Friday, May 19, 2006

Handing down stories

A few weeks ago, JJC posted on Fairy Mounds and British Literature. At the time I remember thinking that it had been a long time since I'd thought about Welsh mythology -- and that I'd forgotten until I read that post how incredibly interesting I'd found it "back in the day."

Flash forward to nearly a month later. I'm taking a train up the Hudson tomorrow to visit some of my relatives -- including my 8 year old cousin, who's having his birthday party. So yesterday I found myself in one of my favorite places to go -- the children's book store in my neighborhood -- trying to think what book I would have loved at that age.

I settled on Lloyd Alexander's The Book of Three, the first in the Chronicles of Prydain series. Now, I never would have come up with that book as a fulfillment of my birthday present quest had I not discovered the other day (while organizing my files so that beginning this orals thing will be less painful, or at least more organized) a disk with all of my high school papers on it. Slightly painful, of course -- I really thought I knew stuff in those days. It's amusing to look back on oneself as a teenager. However, also in amidst all those papers for religion (ah, catholic school) and history and English classes, I found the paper that (if asked) I would point to as the first time I knew I wanted to go into English. It's this silly thing on Welsh mythology -- as it appeared in Lloyd Alexander's books, and in Tolkien's Lord of the Rings and Silmarillion. It's a terrible paper, as far as academic papers go -- but it's clear from the writing (and the length) that I was fascinated.

I still remember reading the Mabinogion the first time, when I was researching, in what had to be the most dry translation *ever* -- I was in love from the first page. It's the story of Pwyll, Prince of Dyfed, and how he formed an alliance with Arawn, the King of Annwn, by trading places with him and killing his enemy, Hafgan. It's been ages since I read it, but I still remember tracking down and reading countless encyclopedia articles and books that made references to Arawn, or Annwn -- trying to get a clearer picture of what this Otherworld was imagined to be. Where I couldn't find sources, I would fill in the blanks with my imagination. This being the era of my flirtation with fiction writing (a short-lived but heartfelt affair of my high school years), I remember a number of stories that I wrote about Annwn and its inhabitants -- I even tried to map it, a la Tolkien's Middle Earth map (and more from imagination than from actual sources!).

That paper, and the willingness of my high school English prof. to let me go wild with a project that was clearly too large in scope and far beyond my analytical abilities at the time, is something I can look back to fondly as a first in several regards. It was my first "real" English paper, with research and sources and an "argument" (though it wasn't exactly nuanced!). It was my first foray into medieval works, too, though I'm not sure I knew that at the time, as I was far more interested in the time of the myths than the times in which they were created or written down. It was also the first real research I did. It wasn't highly skilled research by any stretch of the imagination -- but it was the first research I'd done that I was truly passionate about pursuing.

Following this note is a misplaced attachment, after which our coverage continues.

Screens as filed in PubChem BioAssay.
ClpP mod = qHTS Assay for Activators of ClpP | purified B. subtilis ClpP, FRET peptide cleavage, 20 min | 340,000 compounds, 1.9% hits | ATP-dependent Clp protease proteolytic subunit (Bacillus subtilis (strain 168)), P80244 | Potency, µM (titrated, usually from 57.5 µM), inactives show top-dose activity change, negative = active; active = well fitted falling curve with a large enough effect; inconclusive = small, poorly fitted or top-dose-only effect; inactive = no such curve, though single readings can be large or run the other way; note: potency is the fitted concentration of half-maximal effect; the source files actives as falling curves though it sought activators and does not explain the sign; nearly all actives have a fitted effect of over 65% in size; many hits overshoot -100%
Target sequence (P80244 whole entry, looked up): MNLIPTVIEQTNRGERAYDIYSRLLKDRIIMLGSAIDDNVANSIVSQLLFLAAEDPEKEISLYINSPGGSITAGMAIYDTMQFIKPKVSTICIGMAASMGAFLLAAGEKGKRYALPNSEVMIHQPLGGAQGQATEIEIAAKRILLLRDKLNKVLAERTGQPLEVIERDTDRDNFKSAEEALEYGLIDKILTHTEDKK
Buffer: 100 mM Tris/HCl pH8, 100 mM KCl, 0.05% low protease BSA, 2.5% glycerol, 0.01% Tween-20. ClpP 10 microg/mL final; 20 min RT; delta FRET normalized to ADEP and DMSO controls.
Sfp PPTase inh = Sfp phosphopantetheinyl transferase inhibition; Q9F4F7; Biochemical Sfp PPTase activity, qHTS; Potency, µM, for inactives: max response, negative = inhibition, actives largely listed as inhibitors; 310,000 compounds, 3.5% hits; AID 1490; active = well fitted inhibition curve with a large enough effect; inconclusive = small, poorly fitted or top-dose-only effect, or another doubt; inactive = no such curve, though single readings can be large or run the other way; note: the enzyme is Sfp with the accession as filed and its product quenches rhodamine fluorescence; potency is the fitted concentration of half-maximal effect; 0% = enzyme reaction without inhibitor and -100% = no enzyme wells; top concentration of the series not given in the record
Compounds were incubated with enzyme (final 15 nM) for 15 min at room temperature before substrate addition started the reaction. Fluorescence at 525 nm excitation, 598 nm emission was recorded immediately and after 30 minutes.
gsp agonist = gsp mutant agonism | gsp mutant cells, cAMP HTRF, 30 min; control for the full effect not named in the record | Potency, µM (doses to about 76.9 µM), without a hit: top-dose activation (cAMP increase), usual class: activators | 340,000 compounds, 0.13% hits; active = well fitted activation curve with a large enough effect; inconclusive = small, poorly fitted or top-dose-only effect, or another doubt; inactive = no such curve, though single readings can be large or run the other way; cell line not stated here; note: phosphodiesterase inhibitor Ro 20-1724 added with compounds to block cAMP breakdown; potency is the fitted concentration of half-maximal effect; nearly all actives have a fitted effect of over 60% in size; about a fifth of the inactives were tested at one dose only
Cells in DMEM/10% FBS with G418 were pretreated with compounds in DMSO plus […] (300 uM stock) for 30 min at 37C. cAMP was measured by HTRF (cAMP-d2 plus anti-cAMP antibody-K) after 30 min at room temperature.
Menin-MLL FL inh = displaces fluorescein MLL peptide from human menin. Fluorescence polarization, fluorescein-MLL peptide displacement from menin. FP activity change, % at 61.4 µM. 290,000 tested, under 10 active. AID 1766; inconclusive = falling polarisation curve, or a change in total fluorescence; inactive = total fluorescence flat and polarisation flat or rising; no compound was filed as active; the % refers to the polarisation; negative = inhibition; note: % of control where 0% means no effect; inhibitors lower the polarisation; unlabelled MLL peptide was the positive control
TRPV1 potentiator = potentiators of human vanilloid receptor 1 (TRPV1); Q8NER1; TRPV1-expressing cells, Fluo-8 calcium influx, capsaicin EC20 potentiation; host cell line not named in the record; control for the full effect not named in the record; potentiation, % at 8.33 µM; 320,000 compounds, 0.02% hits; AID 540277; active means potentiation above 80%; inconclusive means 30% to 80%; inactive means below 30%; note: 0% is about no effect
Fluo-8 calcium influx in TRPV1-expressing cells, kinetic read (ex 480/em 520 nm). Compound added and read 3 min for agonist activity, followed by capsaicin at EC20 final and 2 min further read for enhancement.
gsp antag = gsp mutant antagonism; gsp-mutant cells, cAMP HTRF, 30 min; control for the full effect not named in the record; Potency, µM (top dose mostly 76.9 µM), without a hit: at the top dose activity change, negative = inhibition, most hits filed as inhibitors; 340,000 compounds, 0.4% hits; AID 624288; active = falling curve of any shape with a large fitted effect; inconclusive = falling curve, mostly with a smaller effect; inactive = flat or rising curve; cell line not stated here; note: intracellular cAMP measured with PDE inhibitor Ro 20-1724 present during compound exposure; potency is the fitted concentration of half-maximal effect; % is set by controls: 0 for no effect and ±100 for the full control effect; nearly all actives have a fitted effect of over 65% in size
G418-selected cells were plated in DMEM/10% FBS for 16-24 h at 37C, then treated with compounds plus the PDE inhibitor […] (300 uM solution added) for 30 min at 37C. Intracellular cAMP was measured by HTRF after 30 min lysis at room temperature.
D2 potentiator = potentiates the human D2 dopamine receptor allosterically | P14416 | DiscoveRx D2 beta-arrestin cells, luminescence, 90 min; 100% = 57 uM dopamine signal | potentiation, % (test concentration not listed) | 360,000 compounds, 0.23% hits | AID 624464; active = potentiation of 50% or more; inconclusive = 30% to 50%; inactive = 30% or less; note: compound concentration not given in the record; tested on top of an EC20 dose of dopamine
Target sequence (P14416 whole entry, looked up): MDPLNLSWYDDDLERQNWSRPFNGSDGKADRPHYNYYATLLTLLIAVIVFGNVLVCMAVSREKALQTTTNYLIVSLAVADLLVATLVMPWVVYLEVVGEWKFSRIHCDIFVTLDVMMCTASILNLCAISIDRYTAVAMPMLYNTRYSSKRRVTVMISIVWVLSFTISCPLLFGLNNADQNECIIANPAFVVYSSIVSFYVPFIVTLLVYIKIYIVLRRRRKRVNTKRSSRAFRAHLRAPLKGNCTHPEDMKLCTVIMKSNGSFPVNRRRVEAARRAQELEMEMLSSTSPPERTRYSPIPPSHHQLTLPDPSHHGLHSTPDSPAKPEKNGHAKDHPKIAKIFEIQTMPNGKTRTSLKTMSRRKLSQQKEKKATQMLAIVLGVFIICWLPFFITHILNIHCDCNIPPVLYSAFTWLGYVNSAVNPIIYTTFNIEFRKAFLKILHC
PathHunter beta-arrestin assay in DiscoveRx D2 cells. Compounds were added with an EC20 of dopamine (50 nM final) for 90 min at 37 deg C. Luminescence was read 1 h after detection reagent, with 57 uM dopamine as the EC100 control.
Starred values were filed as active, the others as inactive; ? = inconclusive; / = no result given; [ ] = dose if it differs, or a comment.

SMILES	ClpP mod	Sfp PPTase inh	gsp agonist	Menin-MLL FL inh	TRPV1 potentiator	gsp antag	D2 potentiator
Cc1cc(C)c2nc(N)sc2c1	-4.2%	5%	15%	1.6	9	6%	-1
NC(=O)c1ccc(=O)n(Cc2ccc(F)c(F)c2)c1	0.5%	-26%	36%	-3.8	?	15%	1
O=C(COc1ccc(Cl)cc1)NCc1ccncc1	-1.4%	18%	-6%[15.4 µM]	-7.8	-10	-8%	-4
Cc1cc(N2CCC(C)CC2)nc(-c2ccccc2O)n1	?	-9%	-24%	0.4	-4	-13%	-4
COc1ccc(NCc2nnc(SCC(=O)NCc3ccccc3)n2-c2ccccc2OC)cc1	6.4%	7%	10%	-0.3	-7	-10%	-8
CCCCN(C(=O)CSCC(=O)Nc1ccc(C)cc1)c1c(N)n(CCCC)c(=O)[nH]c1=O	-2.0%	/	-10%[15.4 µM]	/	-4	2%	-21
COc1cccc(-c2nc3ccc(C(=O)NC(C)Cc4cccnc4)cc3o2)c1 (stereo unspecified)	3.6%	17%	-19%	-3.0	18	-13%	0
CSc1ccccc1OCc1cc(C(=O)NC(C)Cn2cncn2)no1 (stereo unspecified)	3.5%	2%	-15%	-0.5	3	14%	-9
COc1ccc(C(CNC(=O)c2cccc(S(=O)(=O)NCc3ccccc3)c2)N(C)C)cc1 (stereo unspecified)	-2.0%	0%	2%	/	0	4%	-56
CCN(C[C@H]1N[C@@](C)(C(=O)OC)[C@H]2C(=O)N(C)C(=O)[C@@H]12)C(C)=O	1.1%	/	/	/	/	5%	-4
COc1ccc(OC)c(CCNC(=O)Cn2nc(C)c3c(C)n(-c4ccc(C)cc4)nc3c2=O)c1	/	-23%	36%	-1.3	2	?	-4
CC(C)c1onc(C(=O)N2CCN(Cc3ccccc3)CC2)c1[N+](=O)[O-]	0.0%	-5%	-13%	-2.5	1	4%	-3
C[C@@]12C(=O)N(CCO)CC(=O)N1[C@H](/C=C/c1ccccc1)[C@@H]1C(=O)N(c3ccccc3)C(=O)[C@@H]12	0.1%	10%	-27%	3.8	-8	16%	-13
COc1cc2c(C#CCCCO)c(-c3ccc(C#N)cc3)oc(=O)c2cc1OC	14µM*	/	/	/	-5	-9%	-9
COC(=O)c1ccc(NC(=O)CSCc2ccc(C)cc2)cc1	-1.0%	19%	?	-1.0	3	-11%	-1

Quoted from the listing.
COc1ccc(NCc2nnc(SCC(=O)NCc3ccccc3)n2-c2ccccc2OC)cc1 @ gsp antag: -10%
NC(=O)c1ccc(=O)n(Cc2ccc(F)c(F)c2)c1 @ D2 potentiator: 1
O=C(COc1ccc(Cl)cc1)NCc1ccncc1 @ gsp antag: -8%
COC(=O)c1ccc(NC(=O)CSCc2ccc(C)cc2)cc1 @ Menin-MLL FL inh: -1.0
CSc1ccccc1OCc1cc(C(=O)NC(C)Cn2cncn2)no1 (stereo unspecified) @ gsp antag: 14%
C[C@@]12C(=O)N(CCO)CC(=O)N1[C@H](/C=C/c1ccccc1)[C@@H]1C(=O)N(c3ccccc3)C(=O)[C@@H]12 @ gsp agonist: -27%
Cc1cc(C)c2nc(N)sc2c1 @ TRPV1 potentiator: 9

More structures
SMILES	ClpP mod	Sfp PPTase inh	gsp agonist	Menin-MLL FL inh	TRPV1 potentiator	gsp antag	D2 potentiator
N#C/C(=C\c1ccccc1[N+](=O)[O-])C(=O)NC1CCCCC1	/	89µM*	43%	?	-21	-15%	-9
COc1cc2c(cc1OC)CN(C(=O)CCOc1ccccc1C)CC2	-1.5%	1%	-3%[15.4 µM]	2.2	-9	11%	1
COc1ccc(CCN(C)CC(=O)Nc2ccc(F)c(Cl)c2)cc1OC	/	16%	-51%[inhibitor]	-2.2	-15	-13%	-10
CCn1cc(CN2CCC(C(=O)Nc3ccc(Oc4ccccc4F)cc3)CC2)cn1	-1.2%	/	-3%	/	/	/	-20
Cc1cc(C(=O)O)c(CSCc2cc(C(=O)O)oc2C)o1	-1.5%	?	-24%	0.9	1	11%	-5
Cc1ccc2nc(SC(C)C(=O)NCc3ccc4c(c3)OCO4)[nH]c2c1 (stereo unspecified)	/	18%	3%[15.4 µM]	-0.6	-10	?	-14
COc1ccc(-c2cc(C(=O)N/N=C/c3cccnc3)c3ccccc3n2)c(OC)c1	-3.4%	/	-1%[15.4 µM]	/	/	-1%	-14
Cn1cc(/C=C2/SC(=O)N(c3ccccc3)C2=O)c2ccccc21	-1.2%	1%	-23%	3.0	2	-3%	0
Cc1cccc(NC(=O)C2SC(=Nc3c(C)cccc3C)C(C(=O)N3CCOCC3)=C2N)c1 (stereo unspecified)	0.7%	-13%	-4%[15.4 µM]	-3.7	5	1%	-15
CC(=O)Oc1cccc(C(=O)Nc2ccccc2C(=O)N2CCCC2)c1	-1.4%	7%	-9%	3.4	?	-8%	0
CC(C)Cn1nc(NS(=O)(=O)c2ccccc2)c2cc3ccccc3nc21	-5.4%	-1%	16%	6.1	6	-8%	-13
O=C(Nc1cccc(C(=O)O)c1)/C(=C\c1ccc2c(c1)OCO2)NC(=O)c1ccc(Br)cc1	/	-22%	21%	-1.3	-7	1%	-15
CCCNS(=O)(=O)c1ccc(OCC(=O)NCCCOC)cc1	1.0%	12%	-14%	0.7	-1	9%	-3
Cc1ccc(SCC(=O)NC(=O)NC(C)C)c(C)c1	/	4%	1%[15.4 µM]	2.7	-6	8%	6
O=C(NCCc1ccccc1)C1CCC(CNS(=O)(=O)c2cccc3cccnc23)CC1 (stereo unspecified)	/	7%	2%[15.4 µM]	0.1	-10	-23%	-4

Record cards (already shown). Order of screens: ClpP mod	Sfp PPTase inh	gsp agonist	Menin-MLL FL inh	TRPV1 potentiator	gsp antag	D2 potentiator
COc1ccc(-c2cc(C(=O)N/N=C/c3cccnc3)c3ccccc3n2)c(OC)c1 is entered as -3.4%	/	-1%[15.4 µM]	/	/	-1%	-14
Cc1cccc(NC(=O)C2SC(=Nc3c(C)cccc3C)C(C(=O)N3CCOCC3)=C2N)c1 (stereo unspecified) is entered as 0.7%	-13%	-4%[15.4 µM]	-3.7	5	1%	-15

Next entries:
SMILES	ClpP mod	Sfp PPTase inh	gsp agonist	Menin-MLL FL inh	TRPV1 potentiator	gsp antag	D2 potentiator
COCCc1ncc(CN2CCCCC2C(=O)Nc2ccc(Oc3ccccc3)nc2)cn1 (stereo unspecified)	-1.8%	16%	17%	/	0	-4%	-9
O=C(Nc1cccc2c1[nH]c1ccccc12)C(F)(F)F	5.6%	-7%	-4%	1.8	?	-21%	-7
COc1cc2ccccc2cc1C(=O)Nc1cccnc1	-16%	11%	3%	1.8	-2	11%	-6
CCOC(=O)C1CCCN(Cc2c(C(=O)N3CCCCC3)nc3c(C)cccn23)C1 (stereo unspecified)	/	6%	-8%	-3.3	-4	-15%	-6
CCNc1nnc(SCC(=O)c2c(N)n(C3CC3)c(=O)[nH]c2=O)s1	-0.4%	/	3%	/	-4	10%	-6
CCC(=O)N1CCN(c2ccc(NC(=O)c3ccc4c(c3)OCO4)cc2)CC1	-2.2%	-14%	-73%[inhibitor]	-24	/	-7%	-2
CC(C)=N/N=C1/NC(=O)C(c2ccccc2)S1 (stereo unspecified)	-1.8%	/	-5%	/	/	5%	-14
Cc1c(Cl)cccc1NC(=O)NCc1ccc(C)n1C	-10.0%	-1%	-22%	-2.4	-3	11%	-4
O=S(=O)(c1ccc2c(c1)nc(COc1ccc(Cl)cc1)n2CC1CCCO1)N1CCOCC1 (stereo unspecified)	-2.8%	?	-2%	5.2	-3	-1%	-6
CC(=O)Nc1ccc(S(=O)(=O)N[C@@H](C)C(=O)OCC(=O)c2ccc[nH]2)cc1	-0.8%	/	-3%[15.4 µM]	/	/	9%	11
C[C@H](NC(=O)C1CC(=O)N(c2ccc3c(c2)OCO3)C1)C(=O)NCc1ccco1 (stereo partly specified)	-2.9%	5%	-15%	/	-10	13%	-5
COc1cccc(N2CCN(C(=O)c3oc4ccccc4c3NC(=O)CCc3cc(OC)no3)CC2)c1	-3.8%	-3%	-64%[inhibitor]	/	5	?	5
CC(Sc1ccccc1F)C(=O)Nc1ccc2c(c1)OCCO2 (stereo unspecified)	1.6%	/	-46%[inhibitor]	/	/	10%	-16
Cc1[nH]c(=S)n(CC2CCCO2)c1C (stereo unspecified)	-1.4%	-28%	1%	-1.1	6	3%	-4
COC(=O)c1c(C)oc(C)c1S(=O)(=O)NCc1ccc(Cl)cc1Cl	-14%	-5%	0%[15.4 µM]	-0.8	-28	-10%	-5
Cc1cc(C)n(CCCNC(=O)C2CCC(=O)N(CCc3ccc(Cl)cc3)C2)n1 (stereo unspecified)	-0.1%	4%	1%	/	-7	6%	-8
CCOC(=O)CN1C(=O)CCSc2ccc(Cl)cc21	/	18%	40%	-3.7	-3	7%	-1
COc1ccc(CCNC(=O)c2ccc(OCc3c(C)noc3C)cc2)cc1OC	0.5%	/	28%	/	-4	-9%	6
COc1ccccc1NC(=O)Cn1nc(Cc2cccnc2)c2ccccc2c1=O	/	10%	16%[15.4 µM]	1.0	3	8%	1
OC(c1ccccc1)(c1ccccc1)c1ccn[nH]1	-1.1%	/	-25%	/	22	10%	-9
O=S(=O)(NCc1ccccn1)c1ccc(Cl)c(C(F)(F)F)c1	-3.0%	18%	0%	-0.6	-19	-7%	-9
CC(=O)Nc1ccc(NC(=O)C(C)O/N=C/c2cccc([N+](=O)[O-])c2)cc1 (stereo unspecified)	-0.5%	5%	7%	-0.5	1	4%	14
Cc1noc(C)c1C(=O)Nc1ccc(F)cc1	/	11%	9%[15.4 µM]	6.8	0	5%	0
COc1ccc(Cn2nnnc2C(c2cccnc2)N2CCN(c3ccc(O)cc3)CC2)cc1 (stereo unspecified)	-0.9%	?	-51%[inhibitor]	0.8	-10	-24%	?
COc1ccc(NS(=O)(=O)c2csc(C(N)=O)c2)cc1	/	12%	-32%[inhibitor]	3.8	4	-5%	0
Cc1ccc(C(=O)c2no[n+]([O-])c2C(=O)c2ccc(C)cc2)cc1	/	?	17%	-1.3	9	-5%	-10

I wrote that paper nearly ten years ago now. I read the books even longer ago than that. But I look back to that moment of discovery -- my first encounter with Annwn in Alexander's stories, and my first quest to track that Otherworld down and explore it -- and I can still feel the thrill I got from the possibilities of that world, and the fun I had in researching it, losing myself in the old stories.

As I hand down Alexander's stories to a cousin that reminds me more than a little of myself at the same age -- I can't help but wonder if this book might one day start a quest for him...and where that quest might lead.

2 comments:

JJC said...

Your post captures so precisely why i love having a nine year old son: I can't think of a better pleasure than warping his world by putting him into the orbit of excellent books. And for nine year olds, there are so many excellent books out there ...

Great post.

anhaga said...

It's funny -- it's actually at moments like that, when I'm talking to my cousin about mythology or dragons or we're reading, that I think I'm going to really enjoy being a parent, should I ever be one.

Those are, somewhat unsurprisingly, also the moments I realize I'm most like my mother...who was the one putting me into the orbit of good books (I love that phrase, btw) when I was a kid. I wonder sometimes if I thank her often enough for that...